Chemical analyses of feces from the two bugs indicated that they are able to alter the chemical structure of lignin by selectively adding or removing certain groups of molecules from the polymer. Such alterations make it easier for the insect to break down wood:
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This means that the fungus has genes that then make enzymes. And the researchers have been able to detect messages from this [fungal] DNA, which get translated into enzymes.

While the scientists have identified the fungus residing in the gut of the Asian longhorned beetle, they have yet to find one in the gut of the termite.

According to Geib, the types of chemical changes the researchers see in the beetle are similar to those seen in the white-rot fungus. Changes they see in the termite are similar to those in the brown-rot fungus. And the chemical changes to the lignin are similar too.

However, Geib cautions that while the gut-borne fungus is certainly a key player in degrading wood, it may just be part of a bigger picture.

It is likely that there is an interaction among enzymes produced by the fungus, hundreds of bacteria within the insect gut, and the insect itself. It is a consortium that is doing the job.

If researchers manage to identify some of these key microbes, it might be possible to selectively target just those bacteria to impair the growth of Asian longhorned beetles, which have the potential to severely damage the lumber and maple syrup industry.

Both Geib and Hoover, who study Asian longhorned beetles, believe they may have stumbled upon a novel evolutionary adaptation in the insect world.

This type of fungus [in the Asian longhorned beetle] is known to cause disease in plants, said Hoover, whose work is funded by the Alphawood Foundation and the Penn State College of Agricultural Sciences. But this particular strain appears to be unique. It looks like these insects somehow acquired the fungus to live in their gut and help them break down wood.

She also points out that these fungi are more efficient than their free-ranging counterparts. While those fungi take months, even years, to break down wood, the gut-borne fungi seem to do it much faster.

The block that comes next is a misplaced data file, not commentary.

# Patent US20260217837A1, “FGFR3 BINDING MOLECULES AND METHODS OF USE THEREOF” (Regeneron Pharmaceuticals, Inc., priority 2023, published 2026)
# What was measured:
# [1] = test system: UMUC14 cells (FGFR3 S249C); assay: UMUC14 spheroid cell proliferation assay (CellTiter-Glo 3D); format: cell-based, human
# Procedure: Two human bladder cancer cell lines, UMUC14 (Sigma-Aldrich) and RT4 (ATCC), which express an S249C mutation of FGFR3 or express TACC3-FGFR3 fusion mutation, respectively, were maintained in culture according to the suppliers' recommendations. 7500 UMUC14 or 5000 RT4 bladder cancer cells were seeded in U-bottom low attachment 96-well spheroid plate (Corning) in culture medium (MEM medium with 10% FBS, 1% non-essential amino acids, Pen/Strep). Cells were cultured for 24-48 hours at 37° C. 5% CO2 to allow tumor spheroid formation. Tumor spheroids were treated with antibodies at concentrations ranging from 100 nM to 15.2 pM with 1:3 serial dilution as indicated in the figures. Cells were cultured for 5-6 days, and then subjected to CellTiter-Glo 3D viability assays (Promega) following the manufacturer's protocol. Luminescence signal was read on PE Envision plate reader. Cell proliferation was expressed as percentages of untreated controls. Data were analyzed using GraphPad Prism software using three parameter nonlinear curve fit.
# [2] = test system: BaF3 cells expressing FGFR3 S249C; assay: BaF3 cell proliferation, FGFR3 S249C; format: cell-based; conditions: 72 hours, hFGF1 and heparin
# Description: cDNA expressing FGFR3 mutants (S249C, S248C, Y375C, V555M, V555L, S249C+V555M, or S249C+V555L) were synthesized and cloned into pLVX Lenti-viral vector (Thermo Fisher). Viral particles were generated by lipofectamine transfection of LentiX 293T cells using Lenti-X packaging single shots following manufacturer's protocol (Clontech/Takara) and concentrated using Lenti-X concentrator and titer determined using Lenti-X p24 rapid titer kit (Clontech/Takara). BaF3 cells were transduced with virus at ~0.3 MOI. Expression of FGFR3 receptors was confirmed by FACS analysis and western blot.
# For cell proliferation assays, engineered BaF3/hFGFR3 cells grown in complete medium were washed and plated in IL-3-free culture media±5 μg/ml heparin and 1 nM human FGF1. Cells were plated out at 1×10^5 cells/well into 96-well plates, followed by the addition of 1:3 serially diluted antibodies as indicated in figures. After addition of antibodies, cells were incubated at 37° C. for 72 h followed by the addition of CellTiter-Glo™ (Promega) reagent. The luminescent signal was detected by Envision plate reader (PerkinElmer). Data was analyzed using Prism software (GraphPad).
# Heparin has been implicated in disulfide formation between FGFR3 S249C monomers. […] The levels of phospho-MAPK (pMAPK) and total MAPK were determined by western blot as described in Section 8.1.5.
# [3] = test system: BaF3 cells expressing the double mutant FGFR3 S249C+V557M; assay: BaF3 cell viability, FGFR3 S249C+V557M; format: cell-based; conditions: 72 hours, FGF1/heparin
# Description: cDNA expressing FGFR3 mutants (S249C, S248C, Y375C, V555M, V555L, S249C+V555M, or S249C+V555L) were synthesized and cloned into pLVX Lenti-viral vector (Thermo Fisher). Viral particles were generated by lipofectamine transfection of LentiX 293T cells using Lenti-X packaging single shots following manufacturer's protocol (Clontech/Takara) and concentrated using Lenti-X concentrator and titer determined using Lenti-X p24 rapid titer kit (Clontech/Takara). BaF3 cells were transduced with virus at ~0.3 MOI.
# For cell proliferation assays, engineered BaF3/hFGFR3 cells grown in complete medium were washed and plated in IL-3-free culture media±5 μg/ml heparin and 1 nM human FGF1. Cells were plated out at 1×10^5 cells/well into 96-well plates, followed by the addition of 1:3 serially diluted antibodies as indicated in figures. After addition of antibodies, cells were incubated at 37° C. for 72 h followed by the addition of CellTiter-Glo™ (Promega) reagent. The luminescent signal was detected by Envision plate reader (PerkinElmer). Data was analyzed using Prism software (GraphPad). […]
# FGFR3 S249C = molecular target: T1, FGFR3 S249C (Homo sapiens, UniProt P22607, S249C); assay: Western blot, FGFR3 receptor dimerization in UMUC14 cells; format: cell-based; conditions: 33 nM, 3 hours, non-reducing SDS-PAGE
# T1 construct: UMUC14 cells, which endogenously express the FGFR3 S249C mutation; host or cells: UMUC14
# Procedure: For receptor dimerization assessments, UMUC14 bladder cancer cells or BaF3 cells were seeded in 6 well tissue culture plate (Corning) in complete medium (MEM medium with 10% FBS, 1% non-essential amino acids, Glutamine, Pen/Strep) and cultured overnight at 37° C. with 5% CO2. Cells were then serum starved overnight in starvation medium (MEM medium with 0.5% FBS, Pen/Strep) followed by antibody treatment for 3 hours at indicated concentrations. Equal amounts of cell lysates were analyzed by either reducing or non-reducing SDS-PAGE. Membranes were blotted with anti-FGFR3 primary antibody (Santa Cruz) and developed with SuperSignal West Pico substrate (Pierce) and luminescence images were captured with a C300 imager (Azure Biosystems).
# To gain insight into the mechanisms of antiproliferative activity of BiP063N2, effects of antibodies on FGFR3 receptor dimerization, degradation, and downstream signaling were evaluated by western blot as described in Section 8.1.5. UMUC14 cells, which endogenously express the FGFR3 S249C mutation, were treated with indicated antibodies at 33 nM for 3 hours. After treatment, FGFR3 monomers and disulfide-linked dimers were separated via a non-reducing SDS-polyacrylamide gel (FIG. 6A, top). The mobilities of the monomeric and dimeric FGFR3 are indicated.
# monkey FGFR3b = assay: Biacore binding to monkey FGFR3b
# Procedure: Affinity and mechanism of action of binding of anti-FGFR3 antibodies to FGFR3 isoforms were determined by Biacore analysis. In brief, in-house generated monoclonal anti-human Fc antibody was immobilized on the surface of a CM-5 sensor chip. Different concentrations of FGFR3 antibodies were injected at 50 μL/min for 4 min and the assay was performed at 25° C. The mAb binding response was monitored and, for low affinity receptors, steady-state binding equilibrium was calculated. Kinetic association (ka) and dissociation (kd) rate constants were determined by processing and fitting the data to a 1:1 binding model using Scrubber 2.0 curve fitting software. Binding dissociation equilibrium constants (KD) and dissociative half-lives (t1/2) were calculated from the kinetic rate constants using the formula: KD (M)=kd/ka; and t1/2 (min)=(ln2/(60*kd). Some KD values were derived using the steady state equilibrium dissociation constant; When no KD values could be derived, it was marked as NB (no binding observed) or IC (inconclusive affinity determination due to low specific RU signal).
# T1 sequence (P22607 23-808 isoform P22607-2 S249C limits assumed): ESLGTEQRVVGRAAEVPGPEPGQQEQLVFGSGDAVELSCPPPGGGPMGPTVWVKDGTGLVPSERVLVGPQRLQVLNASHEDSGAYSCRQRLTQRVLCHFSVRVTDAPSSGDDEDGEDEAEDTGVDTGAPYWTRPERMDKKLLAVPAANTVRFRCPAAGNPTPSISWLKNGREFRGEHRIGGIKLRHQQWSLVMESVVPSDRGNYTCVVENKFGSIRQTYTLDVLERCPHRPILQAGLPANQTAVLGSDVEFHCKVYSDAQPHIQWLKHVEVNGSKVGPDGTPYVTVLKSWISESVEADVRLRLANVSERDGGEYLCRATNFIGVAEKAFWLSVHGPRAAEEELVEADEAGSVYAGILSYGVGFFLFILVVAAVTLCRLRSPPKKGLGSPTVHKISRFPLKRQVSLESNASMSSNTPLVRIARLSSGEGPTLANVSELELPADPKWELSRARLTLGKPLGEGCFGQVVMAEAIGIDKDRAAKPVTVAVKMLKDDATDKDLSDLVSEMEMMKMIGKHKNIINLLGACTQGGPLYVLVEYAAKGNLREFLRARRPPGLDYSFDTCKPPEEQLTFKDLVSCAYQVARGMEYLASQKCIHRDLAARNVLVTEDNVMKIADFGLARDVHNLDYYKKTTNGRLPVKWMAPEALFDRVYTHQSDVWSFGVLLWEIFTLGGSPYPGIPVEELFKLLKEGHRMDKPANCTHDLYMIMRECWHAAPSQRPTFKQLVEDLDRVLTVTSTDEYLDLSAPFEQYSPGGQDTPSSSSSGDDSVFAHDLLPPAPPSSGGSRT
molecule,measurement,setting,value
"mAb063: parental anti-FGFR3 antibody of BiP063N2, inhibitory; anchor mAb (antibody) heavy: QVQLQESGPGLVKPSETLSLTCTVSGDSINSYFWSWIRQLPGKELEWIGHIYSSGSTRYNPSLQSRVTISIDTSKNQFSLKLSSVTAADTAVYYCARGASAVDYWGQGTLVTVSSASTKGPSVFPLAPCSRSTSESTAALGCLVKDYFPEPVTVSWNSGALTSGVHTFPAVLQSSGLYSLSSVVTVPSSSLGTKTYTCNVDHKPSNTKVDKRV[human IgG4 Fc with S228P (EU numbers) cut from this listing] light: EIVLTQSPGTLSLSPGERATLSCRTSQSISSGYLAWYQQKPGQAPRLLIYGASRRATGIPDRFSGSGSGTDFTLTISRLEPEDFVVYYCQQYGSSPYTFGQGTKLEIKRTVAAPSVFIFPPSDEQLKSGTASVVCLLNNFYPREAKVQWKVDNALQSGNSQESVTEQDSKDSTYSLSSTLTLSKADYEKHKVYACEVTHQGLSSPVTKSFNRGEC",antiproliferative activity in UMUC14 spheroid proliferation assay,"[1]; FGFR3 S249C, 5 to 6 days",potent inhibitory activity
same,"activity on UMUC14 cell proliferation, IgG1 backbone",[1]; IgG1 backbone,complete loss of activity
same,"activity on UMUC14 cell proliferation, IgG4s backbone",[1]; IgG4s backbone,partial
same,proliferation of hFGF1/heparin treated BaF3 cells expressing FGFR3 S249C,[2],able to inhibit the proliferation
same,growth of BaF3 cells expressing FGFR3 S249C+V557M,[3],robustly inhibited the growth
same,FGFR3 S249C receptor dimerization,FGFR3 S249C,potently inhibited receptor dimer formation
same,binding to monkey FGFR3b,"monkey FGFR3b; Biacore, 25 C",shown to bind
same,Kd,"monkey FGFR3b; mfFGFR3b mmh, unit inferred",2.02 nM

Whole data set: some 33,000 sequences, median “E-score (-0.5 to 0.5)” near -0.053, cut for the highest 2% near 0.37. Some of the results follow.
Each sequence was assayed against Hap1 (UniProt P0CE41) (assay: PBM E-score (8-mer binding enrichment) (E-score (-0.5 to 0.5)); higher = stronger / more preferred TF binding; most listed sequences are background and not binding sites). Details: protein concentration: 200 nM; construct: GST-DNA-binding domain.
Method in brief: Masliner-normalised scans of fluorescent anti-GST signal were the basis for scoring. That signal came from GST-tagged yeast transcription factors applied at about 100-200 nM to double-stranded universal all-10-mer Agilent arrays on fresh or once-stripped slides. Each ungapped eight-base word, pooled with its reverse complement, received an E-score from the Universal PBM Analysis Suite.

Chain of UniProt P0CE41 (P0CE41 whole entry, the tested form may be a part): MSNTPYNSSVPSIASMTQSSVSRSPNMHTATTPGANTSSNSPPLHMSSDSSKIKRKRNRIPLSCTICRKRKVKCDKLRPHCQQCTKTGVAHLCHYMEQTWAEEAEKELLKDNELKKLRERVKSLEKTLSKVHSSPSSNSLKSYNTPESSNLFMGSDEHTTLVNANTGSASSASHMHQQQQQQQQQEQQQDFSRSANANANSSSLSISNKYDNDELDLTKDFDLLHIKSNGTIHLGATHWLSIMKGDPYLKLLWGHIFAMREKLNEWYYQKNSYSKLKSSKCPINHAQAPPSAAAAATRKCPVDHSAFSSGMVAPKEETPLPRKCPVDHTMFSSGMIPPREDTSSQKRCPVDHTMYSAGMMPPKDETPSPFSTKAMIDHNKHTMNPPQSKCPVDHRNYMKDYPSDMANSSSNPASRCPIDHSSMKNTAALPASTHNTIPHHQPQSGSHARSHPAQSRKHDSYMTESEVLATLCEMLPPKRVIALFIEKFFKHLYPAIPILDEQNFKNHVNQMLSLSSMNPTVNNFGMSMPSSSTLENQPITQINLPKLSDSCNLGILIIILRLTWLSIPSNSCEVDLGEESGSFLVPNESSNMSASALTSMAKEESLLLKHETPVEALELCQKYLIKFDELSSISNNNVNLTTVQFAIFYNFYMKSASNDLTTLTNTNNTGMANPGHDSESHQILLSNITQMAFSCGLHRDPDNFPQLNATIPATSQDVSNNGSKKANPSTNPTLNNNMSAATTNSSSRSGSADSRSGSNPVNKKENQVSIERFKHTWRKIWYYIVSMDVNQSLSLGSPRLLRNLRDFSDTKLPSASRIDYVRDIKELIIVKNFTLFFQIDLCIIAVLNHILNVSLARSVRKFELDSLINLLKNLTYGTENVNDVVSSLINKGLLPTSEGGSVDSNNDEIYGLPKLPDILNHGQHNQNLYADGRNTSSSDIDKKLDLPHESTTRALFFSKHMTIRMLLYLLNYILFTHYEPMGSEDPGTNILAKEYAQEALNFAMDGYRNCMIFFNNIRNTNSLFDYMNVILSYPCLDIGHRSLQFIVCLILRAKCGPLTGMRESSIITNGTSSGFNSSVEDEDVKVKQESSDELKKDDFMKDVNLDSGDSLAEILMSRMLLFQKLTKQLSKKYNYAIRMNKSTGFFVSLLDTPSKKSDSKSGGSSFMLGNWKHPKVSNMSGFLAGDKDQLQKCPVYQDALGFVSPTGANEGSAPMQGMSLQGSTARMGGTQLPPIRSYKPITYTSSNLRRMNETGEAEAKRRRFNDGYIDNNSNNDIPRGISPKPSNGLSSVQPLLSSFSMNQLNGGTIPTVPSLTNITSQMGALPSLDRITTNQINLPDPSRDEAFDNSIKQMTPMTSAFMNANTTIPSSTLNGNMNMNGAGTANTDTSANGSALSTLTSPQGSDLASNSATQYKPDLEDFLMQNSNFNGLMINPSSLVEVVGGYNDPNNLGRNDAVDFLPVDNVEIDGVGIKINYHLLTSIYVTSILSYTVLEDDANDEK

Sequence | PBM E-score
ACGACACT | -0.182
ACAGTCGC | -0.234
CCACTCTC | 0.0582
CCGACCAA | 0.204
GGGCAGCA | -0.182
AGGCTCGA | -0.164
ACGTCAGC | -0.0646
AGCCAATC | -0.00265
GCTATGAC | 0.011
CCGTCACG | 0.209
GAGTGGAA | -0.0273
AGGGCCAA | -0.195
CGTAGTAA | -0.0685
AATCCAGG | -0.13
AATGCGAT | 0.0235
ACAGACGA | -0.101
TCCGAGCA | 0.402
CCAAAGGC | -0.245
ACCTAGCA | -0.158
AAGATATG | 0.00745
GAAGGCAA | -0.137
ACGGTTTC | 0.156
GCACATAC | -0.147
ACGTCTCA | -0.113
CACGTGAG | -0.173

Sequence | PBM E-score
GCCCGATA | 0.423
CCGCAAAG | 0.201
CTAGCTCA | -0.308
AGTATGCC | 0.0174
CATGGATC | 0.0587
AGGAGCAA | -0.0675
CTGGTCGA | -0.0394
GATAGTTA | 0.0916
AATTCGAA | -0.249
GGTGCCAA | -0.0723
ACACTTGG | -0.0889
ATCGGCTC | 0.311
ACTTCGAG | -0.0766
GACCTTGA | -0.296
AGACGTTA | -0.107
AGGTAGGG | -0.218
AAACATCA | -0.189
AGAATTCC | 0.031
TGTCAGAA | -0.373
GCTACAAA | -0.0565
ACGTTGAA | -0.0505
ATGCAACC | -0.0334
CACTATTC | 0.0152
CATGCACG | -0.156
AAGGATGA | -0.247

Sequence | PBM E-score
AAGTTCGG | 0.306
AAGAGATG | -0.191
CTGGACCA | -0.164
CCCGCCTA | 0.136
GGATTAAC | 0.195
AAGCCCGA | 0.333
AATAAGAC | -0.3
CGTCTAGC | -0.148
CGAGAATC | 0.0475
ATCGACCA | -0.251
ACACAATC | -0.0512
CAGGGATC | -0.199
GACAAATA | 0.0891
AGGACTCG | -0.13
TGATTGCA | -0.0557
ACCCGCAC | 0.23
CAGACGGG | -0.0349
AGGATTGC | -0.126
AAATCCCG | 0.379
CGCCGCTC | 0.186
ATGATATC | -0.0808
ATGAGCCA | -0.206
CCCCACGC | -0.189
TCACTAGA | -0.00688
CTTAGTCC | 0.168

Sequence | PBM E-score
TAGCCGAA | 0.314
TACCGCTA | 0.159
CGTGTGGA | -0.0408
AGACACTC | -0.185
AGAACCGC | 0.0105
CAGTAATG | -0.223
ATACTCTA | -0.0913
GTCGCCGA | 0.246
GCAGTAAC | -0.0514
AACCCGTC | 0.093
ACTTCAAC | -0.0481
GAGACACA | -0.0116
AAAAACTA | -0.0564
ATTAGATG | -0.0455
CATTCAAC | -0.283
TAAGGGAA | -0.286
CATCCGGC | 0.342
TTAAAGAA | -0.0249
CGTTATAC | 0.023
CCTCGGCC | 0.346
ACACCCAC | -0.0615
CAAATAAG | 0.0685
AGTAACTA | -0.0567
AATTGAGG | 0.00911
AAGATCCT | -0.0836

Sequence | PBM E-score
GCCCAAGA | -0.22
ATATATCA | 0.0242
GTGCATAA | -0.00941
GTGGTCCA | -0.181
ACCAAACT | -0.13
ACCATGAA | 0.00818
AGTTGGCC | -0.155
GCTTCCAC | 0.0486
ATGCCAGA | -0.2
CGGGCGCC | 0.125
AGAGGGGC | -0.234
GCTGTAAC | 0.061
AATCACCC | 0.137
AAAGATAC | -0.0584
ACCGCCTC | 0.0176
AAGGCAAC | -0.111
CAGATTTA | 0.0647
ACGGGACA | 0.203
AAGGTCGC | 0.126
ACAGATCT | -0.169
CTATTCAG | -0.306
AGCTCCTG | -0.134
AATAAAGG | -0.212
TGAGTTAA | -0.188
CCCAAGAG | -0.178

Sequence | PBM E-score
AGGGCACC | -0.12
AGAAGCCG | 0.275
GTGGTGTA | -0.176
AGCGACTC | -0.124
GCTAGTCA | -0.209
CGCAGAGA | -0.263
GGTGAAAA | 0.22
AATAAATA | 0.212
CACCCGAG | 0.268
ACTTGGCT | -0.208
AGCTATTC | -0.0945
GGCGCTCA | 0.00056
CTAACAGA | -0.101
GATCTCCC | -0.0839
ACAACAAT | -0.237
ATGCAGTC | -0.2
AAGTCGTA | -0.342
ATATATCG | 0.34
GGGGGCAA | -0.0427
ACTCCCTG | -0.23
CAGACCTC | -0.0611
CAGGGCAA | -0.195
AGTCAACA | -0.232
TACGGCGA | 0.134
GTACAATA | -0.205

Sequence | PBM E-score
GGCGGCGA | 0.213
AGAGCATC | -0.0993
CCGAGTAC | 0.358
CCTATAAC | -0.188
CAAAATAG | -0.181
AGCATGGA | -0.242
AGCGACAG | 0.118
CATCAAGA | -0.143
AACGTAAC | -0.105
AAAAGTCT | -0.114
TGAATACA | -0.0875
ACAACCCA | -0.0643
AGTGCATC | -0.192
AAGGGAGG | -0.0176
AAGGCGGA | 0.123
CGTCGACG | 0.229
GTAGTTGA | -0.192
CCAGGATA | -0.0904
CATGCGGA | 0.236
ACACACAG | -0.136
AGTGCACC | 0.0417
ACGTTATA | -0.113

Researchers say the speedy process could potentially be harnessed to produce biofuel.

Getting rid of the lignin barrier and making the cellulose more accessible is the most expensive and environmentally unfriendly part of making ethanol from biomass, said Geib. The team's discovery, he added, could lead to the potential development of cheaper and more efficient enzymes for converting wood into ethanol.

Other researchers on the paper include Timothy R. Filley, associate professor, department of earth and atmospheric sciences, Purdue University; Patrick G. Hatcher, the Batten endowed chair in physical sciences and professor of chemistry and biochemistry, and Rachel L. Sleighter, doctoral candidate, both at Old Dominion University; John E. Carlson, professor of molecular genetics, director of Schatz Center for Tree Molecular Genetics, School of Forestry; and Maria del Mar Jimenez-Gasco, assistant professor of plant pathology, both at Penn State.

: The larva of Asian longhorned beetle feeds and develops exclusively on the the inner-wood of deciduous trees. A fungus within its gut alters lignin and makes it easier to break down wood. Credit: Joshua Peter Kaffer.


Penn State University: Novel fungus helps beetles to digest hard wood - August 19, 2008.

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Nexterra biomass gasification ready to displace up to 60% fossil fuels in lime kilns, 100% in boilers

After two years of biomass gasification testing at the company’s product development centre in Kamloops, British Columbia, Nexterra Energy Corp. has confirmed that renewable synthesis gas, or “syngas”, produced by its gasifier has the ability to displace at least 60 per cent of fossil fuels used in lime kilns. Depending on the biomass feedstock and existing equipment configurations, 95 per cent substitution may be possible at many pulp mills, and up to 100 per cent in certain types of boilers.

The ability to convey syngas from where it is produced and combust it inside existing thermal process equipment could lead to dramatic cost and CO2 emissions reductions in a number of industries. The system could be used in multiple carbon-heavy industrial applications including pulp mill lime kilns, power boilers, rotary dryers and calciners commonly found in mineral processing, mining, cement and ethanol production industries.
Nexterra’s direct fire biomass gasification system is now ready for demonstration at commercial scale. Once proven at this scale, we plan a full commercial rollout for industries such as pulp and paper, wood products, mining and others that want to reduce operating costs while lowering their carbon footprint. Up to now, these customers were limited to using either natural gas or fuel oil. Syngas offers a cheaper, carbon-neutral and renewable fuel alternative. - Jonathan Rhone, Nexterra President and CEO